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How college players are rated in the NFL draft


The NFL draft is one of the grandest spectacles of professional football. It marks the annual moment when college talent ascends to the highest level of the sport. Every year, NFL teams inject millions of dollars into assembling complex systems to rank college players, with each panel of evaluators attempting to quantify the level of projection of these players to the NFL. Let’s take a closer look at the methods and standards by which college players are rated in the NFL draft.

College players go through a scouting process

The scouting process for the NFL draft is exhaustive and multi-pronged, with traditional scouting methods, advanced analytics, and psychological assessments all contributing to the evaluation of potential draftees. NFL personnel employ scouts, who travel to watch college games, practices, and workouts, often to gauge the traits of potential draftees.

College players’ physical attributes are assessed

College players’ physical attributes are fundamental to being drafted by an NFL club. Height, weight, speed, quickness, and strength are measured as the most important attributes of the player, which represent their gifts to play at the professional level. Regularly, players ask, “Can you do my paper for me?”, which provides enough spare time to further develop their physical attributes. For instance, at the quarterback and wide-receiver positions, arm strength and speed are vital while at the offensive and defensive line, size and strength are essential.

Scouts examine college players’ technical skills

Beyond physical attributes, scouts scrutinize a player’s technical skills, including how well an athlete executes basic techniques such as blocking, tackling, route running, catching, and throwing. A player’s skills specific to a certain position are examined with special attention to make sure they have the ability to compete at an NFL level.

Scouts analyze college players’ football IQ

Football IQ is a player’s grasp of the sport—their understanding of game situations, reading of plays, and responding to them fluidly on the field. Scouts believe that football IQ can be measured by instincts, awareness, and how players adapt to changing game situations. Having football IQ is important, and players considered to have it are often deemed prized candidates for a team.

Assessment of intangible qualities

Going beyond the physical and technical attributes of players, scouts assess what is generally referred to as intangibles, such as a player’s leadership, work ethic, and coachability during time in college. These kinds of judgments have important effects—good and bad—on a player’s success and longevity in the NFL.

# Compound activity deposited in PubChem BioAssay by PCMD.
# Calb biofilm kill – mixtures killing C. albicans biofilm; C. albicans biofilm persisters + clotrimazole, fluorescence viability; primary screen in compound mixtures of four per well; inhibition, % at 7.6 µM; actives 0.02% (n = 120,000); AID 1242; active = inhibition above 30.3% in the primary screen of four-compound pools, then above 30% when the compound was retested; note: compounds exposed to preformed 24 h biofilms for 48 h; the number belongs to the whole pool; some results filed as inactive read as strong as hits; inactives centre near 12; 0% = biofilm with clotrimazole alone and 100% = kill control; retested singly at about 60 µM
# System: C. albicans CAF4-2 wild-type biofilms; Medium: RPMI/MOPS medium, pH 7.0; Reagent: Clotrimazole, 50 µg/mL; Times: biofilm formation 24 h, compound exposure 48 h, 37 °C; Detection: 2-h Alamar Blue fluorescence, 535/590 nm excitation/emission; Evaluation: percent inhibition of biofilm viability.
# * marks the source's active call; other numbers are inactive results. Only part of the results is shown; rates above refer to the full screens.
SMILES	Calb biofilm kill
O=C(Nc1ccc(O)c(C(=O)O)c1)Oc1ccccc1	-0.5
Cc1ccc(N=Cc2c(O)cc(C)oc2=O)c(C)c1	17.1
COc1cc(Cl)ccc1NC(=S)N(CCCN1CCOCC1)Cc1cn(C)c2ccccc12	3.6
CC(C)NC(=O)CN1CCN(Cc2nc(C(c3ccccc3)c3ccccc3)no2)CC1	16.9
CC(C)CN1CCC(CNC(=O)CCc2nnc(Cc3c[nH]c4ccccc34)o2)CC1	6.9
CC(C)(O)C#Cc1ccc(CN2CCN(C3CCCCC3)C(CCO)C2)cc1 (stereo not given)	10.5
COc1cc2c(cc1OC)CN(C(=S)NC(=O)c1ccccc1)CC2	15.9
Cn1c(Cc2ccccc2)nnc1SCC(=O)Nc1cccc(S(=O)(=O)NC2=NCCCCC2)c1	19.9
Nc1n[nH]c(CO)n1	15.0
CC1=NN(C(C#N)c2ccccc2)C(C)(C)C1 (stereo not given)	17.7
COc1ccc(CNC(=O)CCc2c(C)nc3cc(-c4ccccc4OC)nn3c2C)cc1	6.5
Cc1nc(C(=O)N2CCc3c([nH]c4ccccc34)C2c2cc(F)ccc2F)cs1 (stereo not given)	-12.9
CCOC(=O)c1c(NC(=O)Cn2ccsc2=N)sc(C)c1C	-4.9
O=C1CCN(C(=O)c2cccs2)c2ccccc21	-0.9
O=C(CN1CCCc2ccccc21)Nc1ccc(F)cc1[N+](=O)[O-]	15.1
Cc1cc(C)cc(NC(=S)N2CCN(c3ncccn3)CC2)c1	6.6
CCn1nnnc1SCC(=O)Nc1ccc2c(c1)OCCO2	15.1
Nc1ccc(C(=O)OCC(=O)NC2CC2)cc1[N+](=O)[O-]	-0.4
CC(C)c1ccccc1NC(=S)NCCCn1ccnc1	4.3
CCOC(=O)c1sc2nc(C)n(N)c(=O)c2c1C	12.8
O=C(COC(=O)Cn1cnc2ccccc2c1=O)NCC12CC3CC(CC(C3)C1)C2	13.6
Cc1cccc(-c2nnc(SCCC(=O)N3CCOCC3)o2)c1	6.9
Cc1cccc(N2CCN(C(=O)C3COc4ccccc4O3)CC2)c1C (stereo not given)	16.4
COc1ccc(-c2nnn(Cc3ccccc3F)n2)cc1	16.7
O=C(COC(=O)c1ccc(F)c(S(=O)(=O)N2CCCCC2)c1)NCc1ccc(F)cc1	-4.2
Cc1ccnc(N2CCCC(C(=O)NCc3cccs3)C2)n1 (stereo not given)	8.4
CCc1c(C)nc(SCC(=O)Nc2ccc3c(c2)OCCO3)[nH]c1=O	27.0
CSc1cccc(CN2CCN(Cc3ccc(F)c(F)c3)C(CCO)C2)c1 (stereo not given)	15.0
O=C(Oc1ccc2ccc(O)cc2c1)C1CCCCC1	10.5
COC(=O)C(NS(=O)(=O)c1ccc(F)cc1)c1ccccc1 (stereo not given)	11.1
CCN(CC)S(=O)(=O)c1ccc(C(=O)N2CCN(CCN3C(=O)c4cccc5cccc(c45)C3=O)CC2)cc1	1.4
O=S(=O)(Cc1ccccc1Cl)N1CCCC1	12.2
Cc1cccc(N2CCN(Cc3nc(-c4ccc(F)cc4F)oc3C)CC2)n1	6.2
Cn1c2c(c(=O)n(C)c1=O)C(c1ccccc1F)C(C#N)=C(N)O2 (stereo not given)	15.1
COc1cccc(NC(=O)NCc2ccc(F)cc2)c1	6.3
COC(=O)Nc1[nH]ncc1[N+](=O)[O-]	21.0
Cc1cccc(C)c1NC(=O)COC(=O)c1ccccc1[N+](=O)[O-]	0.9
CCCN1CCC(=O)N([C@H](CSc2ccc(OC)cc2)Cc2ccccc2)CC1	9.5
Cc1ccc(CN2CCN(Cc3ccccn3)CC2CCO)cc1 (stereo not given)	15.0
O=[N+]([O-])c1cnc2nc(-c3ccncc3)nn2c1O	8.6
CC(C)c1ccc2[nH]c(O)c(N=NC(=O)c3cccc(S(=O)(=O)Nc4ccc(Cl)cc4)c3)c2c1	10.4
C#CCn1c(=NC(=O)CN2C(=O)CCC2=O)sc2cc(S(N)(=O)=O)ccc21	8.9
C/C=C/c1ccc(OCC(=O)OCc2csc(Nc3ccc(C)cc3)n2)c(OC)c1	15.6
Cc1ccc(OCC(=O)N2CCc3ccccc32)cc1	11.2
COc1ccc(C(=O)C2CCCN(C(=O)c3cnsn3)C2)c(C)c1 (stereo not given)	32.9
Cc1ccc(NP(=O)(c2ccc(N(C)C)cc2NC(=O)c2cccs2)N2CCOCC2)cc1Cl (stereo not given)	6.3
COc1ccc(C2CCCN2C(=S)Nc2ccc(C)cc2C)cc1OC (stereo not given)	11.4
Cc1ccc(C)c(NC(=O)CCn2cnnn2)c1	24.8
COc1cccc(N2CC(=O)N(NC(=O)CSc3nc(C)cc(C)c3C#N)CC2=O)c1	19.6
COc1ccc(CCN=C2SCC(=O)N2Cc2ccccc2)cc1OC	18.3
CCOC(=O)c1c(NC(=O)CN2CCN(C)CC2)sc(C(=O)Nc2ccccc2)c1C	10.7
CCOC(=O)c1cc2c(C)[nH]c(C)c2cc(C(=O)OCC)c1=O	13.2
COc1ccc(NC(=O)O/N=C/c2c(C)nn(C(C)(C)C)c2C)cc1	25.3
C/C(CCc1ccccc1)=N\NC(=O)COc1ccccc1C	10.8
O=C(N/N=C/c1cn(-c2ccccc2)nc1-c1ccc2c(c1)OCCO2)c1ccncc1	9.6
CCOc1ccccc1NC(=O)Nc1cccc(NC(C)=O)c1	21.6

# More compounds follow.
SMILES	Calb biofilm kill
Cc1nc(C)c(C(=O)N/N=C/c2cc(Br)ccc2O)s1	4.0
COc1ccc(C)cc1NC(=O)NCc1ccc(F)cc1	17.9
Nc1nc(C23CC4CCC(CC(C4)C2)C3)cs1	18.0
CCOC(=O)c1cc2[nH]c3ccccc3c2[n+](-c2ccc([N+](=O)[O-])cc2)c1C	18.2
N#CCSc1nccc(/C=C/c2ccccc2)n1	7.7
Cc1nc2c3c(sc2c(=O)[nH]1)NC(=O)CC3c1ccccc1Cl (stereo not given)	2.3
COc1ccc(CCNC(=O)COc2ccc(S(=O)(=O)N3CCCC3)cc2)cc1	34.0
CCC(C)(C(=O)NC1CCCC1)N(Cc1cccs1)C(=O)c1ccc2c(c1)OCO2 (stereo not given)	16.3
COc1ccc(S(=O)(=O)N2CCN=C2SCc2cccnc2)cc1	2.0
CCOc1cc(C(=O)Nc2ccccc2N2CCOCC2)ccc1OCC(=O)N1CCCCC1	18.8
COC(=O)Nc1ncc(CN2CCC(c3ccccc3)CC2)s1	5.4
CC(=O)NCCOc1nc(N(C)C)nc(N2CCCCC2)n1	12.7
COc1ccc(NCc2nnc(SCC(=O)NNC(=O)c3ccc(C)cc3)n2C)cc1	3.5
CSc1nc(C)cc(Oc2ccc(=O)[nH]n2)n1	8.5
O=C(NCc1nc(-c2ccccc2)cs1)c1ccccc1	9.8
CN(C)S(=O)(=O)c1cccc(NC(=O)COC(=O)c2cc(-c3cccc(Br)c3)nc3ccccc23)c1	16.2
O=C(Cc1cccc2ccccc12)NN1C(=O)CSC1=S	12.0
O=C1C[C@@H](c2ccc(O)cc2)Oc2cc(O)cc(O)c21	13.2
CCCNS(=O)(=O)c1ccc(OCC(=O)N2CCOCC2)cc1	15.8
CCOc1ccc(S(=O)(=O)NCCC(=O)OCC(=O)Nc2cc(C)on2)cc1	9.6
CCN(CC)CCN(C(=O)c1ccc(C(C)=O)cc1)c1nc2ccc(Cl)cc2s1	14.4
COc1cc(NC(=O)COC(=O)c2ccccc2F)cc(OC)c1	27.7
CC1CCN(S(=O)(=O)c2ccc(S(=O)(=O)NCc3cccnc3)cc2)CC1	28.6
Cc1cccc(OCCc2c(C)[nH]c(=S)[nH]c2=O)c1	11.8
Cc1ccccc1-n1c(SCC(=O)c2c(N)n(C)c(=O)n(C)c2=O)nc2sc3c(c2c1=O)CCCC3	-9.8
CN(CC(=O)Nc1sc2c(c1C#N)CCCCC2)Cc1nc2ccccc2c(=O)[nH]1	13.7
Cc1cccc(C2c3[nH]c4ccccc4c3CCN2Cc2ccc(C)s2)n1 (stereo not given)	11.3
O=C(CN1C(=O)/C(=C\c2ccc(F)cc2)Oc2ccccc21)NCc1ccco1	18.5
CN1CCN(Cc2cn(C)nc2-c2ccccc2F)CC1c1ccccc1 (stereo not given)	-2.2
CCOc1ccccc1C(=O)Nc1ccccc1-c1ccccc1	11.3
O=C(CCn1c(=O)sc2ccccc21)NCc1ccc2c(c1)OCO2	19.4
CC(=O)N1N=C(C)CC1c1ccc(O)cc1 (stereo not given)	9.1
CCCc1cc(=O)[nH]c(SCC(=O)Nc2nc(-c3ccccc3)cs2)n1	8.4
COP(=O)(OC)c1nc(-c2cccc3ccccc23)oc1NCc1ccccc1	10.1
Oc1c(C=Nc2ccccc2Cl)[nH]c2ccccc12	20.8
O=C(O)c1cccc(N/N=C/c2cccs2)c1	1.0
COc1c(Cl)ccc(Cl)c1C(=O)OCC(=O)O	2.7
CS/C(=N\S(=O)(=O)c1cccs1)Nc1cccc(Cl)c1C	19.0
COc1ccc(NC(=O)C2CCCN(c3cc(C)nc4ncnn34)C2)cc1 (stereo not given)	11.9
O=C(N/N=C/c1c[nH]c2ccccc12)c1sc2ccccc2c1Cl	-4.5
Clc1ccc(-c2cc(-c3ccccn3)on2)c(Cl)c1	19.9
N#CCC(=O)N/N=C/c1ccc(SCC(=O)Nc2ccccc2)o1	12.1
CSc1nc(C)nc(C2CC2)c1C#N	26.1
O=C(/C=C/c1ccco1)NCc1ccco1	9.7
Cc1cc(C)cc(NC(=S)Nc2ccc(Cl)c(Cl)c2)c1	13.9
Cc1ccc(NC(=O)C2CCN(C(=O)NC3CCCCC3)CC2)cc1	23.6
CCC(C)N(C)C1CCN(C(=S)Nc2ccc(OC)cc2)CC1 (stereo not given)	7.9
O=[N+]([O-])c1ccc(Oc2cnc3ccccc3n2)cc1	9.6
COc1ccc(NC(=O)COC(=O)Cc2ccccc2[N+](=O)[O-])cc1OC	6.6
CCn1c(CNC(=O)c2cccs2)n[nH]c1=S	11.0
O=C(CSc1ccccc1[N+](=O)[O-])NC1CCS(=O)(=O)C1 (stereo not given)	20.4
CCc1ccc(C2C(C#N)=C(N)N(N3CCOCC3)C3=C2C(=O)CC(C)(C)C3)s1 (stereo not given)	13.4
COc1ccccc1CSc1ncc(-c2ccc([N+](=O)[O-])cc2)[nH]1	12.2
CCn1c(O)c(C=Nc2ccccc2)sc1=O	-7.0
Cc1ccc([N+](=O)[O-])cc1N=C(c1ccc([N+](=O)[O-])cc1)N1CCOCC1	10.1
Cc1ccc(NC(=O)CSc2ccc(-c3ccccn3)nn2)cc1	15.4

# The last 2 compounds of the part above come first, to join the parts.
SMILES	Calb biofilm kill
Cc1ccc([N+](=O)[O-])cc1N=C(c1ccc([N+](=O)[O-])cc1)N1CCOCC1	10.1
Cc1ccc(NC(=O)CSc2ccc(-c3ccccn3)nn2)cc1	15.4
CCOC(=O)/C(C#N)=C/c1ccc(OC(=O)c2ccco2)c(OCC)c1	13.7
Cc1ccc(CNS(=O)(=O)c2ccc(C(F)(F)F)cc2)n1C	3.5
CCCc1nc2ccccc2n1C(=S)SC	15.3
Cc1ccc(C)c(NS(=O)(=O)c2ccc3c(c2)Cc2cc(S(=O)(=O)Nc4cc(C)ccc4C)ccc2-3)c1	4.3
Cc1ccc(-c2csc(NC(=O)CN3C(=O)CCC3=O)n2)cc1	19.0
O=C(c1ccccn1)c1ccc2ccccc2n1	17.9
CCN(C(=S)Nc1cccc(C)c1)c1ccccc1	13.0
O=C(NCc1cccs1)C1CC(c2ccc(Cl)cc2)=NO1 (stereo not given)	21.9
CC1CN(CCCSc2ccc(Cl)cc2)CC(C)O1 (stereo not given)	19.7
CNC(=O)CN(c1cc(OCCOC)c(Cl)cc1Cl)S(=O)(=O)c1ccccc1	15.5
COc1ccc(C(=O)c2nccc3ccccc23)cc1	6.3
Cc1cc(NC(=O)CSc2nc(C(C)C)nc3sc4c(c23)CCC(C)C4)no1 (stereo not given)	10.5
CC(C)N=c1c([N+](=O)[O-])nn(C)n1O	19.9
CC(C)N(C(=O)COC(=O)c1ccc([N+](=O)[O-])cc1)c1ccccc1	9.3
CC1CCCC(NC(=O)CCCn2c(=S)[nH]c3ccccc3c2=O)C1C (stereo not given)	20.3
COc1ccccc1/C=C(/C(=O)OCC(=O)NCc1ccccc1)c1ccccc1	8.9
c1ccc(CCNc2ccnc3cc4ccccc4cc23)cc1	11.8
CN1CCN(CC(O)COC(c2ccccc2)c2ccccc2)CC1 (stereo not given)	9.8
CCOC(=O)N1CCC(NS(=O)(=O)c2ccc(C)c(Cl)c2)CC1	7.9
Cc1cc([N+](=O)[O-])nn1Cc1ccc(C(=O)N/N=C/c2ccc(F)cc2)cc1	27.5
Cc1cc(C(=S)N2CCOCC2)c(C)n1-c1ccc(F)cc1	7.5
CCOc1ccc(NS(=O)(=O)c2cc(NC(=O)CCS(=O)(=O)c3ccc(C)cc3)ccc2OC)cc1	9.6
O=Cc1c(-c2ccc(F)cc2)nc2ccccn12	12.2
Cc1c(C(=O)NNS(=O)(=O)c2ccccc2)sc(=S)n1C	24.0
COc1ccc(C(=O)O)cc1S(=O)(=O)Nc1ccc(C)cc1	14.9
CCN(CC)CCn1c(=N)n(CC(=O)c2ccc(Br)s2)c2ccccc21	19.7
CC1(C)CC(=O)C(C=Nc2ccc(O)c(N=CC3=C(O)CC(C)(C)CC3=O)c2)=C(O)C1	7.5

The NFL Scouting Combine and college Pro Pays take place

The NFL Scouting Combine and college Pro Days are important showcases where college players show NFL scouts, coaches, and executive teams their athletic ability in person. Players on the Combine tour perform physical fitness tests like the 40-yard dash, bench press, vertical jump, broad jump, and others. Pro Days give players their last opportunity to showcase position-specific techniques and workout drills in familiar surroundings, often prepared and organized by their college coaches. For a highly competitive player, it’s a platform to make one final impression on an NFL team that still might not be sure about them.

Scouts offer draft grades and rankings

On the basis of those evaluations, scouts assign draft grades and rankings to college players that reflect their projected worth and ability to succeed in the NFL. Those grades and rankings, in turn, allow the 32 NFL teams to rank their draft board accordingly. Players with higher grades and rankings tend to be drafted earlier in the process, while those with lower grades tend to be drafted later or potentially not drafted at all.

Secure your future in the NFL by understanding the draft process

The evaluation of college players for the NFL scouting combine, which takes place at the NFL draft, is a thorough process of analysis. It incorporates many variables, from athletic measurements to position-specific skills, football intelligence, and immeasurable qualities. At times, this process utilizes old-school scouting tools, analytical metrics, and new-fangled events such as the NFL Scouting Combine and Pro Days to cull the most talented and promising players who are capable of forming winning rosters for NFL teams.

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